The Age of Innocence

This edition printed in:

A calico tabby sits beside pink flowers and The Age of Innocence.

Health as Wealth

Today wasn’t easy. My anxiety has a particularly hard time with medical appointments — even if they aren’t urgent or anything more than routine check ups — and that’s exactly what I had to get through this afternoon. I know that I’m fine, and that I’ll be fine, but it’s hard to tell that to the sick feeling in my stomach and the nervous tears that I just can’t seem to stop. I can’t tell my brain to stop coming up with nightmares for me to think about every second leading up to tests and every seconding waiting for results.

Red opera glasses beside The Age of Innocence.

When the appointment was over, my lovely spouse brought me to get books and coffee and even though I’m still scared, I feel a bit better. I feel a bit better because I can feel her love and her affection and it gets me through the worst of the fear. She makes me pause and see how beautiful life is and how lucky I am to be living it. She reminds how precious every moment with her is. That’s what health really is to me. It’s me, trying to live every second I can, because I get to live it with her.

A calico cat tail and pink flowers beside a green book.

Recent Acclaim

It seems that Edith Wharton’s The Age of Innocence is experiencing a small surge of popularity.  The film recently aired on TCM. There’s been an article about it in The New Yorker. I’ve had the novel in my stacks for quite a long time, but this sudden interest in it made me read it all the sooner.

The book is focused on a young lawyer named Newland Archer, who is enjoying his high place in New York society in the 1870s. However, his feelings about that society begin to change with the arrival of Ellen Olenska — a childhood friend who has returned from Europe after leaving her husband.

Calico paws beside the spine of The Age of Innocence.

Wharton’s novel focuses primarily on the nature of high society and the shallowness of it along with its customs, practices, routines, and beliefs. When you read The Age of Innocence, you’re immersing yourself in a world of gossip, family politics, bloodlines, visits to the opera, drawing rooms, and veiled insinuations. Her prose is sharp but lush at just the right moments. The dialogue shines and so does her descriptions of interior spaces.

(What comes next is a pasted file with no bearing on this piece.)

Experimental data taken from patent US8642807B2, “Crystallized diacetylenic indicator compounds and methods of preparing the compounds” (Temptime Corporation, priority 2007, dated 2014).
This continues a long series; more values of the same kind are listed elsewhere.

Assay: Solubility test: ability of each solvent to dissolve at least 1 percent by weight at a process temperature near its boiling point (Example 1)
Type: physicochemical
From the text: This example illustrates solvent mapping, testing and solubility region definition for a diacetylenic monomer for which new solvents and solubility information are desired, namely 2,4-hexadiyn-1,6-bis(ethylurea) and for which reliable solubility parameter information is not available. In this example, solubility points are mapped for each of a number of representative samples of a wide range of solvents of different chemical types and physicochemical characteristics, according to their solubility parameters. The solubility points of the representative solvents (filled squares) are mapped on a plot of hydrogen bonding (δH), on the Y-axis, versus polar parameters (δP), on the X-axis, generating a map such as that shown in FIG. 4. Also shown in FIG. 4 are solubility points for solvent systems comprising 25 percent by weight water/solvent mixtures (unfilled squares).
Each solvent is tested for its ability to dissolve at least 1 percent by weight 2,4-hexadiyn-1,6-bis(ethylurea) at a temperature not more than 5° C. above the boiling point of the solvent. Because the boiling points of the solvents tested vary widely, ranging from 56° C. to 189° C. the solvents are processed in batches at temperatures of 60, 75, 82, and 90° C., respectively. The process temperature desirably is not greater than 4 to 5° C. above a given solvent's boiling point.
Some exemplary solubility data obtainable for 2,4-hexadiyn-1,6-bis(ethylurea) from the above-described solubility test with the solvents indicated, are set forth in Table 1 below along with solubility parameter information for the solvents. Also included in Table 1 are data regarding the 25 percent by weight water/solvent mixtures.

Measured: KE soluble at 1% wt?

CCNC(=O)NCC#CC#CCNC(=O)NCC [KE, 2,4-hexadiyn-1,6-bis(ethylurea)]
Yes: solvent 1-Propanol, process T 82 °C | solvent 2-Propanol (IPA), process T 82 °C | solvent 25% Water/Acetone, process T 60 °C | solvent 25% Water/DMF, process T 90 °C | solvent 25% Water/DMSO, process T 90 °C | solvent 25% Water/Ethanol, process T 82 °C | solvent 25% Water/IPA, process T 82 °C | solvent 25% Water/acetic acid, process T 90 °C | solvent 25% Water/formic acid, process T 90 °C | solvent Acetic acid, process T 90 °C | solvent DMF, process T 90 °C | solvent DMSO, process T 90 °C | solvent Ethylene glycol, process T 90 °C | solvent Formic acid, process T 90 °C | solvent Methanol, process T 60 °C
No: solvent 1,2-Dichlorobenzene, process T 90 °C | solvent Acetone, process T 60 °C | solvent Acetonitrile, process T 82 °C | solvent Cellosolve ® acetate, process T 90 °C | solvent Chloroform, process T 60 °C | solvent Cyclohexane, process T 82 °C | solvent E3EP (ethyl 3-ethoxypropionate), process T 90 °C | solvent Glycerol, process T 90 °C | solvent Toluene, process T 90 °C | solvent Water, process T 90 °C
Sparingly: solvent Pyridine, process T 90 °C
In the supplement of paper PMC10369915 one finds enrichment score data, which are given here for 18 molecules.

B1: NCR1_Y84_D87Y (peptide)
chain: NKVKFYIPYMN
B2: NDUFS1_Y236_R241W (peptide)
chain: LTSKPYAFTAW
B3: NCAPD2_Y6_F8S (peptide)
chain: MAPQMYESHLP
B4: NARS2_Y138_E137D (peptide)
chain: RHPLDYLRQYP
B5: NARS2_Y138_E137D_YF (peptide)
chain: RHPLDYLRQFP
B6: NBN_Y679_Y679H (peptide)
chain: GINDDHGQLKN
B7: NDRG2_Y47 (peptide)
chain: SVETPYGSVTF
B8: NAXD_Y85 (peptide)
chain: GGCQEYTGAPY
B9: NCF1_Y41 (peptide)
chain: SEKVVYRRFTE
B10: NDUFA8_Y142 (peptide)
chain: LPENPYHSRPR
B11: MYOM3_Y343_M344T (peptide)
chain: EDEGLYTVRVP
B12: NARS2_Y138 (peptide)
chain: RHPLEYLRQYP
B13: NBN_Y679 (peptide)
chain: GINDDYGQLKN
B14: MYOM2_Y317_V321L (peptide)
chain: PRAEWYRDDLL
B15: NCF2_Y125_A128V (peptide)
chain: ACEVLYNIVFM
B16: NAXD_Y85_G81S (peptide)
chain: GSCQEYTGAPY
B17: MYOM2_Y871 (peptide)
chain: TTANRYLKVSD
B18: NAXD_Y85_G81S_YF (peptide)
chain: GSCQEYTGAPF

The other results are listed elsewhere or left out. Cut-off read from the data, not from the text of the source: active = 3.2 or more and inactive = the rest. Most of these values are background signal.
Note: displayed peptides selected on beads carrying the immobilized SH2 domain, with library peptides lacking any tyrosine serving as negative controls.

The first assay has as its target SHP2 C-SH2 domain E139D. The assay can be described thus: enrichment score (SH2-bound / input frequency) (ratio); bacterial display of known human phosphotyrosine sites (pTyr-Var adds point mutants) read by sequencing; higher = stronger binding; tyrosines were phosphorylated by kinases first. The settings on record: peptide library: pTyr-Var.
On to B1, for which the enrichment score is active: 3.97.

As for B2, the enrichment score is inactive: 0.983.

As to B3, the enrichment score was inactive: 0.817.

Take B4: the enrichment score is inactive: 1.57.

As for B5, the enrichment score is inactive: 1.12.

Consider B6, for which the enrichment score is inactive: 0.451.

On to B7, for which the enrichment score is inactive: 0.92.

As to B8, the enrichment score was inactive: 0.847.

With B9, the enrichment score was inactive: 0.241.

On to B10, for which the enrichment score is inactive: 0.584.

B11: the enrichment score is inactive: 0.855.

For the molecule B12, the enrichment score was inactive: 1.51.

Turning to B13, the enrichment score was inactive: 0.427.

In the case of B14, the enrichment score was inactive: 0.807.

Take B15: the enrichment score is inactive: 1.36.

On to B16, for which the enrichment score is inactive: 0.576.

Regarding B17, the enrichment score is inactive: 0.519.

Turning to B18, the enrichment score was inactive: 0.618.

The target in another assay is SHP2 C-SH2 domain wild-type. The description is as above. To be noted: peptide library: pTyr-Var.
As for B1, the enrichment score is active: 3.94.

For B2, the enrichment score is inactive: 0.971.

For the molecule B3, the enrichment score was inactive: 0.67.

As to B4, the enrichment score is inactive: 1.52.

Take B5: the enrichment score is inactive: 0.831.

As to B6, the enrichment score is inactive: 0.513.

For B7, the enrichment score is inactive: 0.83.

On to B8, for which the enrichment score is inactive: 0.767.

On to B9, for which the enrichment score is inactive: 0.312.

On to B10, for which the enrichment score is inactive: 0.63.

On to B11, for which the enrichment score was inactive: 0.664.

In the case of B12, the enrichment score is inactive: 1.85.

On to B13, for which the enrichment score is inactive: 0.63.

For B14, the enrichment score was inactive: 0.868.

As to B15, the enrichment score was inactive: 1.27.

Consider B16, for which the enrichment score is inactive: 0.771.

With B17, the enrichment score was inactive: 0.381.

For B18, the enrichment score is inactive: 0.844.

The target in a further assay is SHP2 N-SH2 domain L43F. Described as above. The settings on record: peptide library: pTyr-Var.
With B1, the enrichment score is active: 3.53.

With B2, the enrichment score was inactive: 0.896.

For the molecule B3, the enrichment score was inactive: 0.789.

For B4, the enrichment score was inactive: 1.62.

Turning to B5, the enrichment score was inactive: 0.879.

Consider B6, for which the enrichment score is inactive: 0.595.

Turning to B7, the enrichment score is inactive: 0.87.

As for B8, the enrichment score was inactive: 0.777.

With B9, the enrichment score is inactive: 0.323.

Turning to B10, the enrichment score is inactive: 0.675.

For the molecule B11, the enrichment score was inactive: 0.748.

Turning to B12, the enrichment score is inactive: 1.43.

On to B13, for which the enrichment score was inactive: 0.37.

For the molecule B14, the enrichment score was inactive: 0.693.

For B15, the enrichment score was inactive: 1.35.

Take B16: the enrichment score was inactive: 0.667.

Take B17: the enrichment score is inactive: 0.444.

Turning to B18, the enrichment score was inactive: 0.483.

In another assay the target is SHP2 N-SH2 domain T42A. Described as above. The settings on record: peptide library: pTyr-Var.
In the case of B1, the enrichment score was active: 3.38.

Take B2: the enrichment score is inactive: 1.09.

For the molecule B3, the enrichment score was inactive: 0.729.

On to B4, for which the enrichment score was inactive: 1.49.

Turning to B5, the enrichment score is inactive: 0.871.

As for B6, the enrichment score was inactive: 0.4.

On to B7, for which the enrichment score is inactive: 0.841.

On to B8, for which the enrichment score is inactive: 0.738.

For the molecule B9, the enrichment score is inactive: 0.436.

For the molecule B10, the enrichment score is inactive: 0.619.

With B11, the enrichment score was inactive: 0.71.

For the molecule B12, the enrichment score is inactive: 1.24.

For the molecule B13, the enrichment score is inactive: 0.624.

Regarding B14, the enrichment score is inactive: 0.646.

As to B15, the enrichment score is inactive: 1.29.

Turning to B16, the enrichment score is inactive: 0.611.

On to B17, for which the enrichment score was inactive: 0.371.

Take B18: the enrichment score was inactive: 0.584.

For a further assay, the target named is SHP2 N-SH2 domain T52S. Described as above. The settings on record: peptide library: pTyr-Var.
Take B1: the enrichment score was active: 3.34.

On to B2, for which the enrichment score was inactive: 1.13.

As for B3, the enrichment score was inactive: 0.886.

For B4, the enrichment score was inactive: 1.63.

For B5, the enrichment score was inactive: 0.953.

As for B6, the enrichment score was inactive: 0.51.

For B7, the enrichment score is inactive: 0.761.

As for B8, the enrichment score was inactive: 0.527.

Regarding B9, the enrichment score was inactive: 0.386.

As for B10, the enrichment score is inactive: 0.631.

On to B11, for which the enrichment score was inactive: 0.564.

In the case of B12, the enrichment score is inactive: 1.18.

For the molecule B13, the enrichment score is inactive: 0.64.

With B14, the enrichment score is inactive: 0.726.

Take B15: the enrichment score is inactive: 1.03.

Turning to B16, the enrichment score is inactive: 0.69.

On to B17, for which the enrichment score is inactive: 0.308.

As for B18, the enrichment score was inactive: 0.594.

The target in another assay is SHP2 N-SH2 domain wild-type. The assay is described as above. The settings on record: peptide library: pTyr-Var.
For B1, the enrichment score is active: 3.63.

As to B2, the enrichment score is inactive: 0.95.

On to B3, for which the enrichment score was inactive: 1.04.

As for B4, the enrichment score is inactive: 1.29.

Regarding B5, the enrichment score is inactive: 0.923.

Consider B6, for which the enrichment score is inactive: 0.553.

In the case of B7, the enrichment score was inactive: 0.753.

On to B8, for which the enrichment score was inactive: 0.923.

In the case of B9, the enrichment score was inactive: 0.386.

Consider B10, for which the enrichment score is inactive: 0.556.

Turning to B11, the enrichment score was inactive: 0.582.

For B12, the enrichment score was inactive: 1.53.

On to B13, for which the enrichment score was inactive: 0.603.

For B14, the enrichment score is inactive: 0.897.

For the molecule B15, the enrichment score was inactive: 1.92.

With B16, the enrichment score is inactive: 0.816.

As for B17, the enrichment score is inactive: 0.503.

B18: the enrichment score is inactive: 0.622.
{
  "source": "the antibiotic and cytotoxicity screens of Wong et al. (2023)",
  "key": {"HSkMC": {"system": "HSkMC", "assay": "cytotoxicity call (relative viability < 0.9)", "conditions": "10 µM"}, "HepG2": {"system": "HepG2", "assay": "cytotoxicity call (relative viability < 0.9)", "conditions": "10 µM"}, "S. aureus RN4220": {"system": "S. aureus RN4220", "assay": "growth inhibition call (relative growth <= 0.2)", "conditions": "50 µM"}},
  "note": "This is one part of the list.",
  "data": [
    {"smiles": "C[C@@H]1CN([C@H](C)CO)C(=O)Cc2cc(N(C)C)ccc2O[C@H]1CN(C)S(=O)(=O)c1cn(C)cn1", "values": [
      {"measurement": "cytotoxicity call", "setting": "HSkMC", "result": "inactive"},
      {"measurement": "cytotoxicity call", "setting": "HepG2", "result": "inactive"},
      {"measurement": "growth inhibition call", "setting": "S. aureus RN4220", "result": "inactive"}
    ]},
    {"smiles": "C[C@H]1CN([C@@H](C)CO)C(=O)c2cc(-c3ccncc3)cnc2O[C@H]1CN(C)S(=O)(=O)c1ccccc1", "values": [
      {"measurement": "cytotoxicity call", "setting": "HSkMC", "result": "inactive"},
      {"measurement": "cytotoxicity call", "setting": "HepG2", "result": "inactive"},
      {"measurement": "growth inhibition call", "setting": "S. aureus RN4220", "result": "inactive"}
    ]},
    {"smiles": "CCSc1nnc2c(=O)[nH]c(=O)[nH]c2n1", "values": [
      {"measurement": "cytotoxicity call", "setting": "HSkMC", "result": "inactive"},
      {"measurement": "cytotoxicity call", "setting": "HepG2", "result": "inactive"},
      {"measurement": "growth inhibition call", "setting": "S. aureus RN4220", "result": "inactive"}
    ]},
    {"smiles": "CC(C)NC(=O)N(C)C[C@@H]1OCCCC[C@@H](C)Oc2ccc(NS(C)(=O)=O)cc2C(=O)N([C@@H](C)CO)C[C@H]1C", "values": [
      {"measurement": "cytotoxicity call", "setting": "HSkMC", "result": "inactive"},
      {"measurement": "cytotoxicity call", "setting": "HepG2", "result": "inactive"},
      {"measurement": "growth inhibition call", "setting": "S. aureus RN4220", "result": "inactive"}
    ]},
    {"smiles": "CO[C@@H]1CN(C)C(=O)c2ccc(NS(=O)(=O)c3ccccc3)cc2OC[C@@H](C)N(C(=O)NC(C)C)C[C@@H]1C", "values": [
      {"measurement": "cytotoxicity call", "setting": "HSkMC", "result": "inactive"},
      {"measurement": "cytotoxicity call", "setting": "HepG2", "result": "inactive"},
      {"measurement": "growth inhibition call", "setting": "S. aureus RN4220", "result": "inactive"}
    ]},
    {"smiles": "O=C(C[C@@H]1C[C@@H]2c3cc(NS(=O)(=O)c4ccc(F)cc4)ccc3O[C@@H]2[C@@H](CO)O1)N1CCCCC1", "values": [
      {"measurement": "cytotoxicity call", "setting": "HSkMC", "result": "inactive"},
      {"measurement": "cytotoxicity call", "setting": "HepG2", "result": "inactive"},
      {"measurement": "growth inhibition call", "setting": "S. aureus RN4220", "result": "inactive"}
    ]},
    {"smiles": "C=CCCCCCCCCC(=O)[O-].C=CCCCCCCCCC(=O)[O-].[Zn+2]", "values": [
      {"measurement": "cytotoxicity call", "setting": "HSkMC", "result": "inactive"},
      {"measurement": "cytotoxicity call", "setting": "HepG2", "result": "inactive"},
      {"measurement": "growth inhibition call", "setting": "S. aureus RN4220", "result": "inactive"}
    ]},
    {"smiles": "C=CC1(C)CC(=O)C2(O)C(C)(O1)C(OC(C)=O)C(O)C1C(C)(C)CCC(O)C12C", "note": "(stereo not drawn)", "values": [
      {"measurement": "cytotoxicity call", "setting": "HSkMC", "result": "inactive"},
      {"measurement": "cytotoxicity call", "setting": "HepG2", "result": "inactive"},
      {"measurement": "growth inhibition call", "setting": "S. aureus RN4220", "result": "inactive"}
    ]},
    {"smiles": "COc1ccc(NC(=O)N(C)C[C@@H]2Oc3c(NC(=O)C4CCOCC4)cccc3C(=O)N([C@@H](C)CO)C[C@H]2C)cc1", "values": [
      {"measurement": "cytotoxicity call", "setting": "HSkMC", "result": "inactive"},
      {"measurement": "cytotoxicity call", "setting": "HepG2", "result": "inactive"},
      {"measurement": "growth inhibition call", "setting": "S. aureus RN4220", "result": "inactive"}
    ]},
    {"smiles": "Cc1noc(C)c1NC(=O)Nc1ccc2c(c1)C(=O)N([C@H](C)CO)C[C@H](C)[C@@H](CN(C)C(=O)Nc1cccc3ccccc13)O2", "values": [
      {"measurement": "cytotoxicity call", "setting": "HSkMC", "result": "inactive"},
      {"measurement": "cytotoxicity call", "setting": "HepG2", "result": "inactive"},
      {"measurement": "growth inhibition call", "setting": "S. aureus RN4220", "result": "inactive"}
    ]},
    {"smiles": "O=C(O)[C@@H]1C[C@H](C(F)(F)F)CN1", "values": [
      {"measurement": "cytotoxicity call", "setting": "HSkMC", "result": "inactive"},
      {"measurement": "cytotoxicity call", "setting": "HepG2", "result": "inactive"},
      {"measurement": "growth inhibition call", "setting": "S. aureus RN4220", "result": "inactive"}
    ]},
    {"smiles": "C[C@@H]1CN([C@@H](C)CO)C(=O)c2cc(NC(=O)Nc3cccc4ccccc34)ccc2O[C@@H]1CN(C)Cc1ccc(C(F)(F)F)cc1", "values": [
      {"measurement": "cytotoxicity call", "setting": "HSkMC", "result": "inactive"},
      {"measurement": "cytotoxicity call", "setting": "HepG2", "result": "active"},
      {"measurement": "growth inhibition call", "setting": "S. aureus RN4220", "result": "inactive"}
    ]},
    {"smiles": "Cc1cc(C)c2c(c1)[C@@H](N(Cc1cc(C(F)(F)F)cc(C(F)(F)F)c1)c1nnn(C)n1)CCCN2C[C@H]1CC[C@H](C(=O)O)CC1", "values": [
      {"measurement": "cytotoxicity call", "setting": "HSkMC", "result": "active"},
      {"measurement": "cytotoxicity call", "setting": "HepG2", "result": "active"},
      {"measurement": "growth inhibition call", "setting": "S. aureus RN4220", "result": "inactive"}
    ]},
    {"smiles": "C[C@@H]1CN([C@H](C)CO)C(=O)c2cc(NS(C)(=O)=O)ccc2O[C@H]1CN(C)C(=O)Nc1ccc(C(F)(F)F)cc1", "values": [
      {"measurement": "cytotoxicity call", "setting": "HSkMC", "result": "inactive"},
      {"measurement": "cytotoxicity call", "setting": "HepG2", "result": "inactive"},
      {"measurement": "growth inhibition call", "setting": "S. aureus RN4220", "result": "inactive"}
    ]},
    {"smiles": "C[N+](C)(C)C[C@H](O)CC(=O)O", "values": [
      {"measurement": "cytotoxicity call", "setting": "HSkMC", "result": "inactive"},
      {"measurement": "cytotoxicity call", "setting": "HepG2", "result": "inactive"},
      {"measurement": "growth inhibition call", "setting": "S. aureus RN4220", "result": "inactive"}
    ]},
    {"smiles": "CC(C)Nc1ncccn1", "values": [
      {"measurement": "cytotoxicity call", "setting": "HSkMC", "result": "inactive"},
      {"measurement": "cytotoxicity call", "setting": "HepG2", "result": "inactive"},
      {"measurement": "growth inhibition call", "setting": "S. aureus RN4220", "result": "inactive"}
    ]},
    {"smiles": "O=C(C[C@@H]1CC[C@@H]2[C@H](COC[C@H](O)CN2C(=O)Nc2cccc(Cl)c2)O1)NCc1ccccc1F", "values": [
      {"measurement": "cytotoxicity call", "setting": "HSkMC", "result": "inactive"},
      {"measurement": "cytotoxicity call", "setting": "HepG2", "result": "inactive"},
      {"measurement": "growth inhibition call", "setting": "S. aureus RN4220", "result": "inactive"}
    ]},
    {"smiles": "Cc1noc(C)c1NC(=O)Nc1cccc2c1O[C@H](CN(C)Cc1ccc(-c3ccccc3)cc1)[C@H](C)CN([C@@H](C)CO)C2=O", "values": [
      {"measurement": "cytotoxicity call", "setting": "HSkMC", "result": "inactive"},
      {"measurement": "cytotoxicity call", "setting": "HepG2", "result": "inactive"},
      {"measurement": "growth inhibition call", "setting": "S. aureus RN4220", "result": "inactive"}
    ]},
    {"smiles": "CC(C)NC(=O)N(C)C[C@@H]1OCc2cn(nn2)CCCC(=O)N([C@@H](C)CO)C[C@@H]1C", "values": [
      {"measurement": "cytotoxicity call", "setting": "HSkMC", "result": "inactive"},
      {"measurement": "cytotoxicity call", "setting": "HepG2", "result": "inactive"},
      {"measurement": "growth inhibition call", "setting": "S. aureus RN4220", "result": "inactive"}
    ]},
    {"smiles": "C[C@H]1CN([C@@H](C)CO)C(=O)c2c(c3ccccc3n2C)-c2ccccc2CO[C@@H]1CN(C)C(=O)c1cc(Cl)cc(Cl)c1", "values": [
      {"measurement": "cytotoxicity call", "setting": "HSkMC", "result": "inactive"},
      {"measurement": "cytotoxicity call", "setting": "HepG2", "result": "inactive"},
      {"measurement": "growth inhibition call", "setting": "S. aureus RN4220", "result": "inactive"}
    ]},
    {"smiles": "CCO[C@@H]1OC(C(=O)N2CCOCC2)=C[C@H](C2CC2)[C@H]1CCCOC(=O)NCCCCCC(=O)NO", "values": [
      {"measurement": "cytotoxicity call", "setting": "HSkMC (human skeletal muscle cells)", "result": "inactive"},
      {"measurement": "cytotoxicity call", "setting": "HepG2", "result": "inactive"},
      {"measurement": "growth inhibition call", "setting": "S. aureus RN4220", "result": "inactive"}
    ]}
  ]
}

A Discussion of May Welland

There’s been a lot of analysis on the character of Madame Olenska, but in my opinion it’s in the writing of a character like May Welland that Wharton truly shows how masterful of a writer she is. New Archer falls in love with Welland’s innocence, thinking that he’ll teach her about the world, and that she’ll see it through the lens that he provides. However, Welland’s innocence really isn’t a complete one.  She knows more about the world and how high society functions than Archer supposes and Wharton writes her in way that keeps the reader guessing about just how much she knows and what she is thinking at any given moment.

A calico tabby sits beside pink flowers and The Age of Innocence.

One of the themes of the novel is the avoidance of scenes and Welland’s skill at saying nothing yet everything with just a few subtle actions that are distinctive yet still vague is something that to see executed is to be amazed. There’s not a lot of things harder to learn as a writer than ‘show; don’t tell’ and this technique is the fullest expression of the art of learning how to show the reader what you most want them to see — and in a way that retains the mystery of showing them little direct information.


I think one of the things that I found most intriguing about The Age of Innocence was the reversal of typical patterns of agency in the narrative. Usually in books from this particular time period, it is the male characters that have the core agency of the novel. By that, I mean that usually it is the male characters that propel the plot forward, that the reader is given the most detail about, and that make most of the decisions of the novel.

In this case, it is the female characters who perform these functions. Newland Archer is the main character, yes, but is constantly hesitant, complacent, passive, pulled in different directions, and reacting to the actions of others. Though the reader has less insight into the thoughts of the female characters, they are the ones that have a sense of agency to them. They form the backbone of the plot and events of the novel. Mrs Manson Mingott serves as the matriarch of New York society. May Welland is one of the most complex of characters. It is the female members of the Welland extended family that are focused on, and Newland Archer’s family is composed of his mother and his sister.

A calico tabby stands beside pink flowers and The Age of Innocence.

It makes it a more than apt selection for Women’s History Month.

Tired and Upset

So the appointment is behind me and now I’m just left with the feeling of being tired and upset. I just try my best to calm down, and read. The prose seems to slow down my racing thoughts and replace the nightmares with a story. Tonight, I’ll probably do quite a bit of reading, hopefully some writing, and watch a movie or two.

Lately, we’ve invested in PVR, so all the movies that were on too late at night are now suddenly available for us to watch. It’s only been a week, but I’ve been enjoying it so much. It feels like we have double the classic movie channel!

A tortoiseshell cat beside red opera glasses and The Age of Innocence.

So that concludes the second week of Women’s History Month selections. I’ve got a few selections lined up that I’m racing to finish so the possibilities for next week are an Iris Murdoch, a Janette Turner Hospital, Irène Némirovksy, and a Leonora Carrington. I’m so excited to read each and every one of them, it’s going to be hard to choose!

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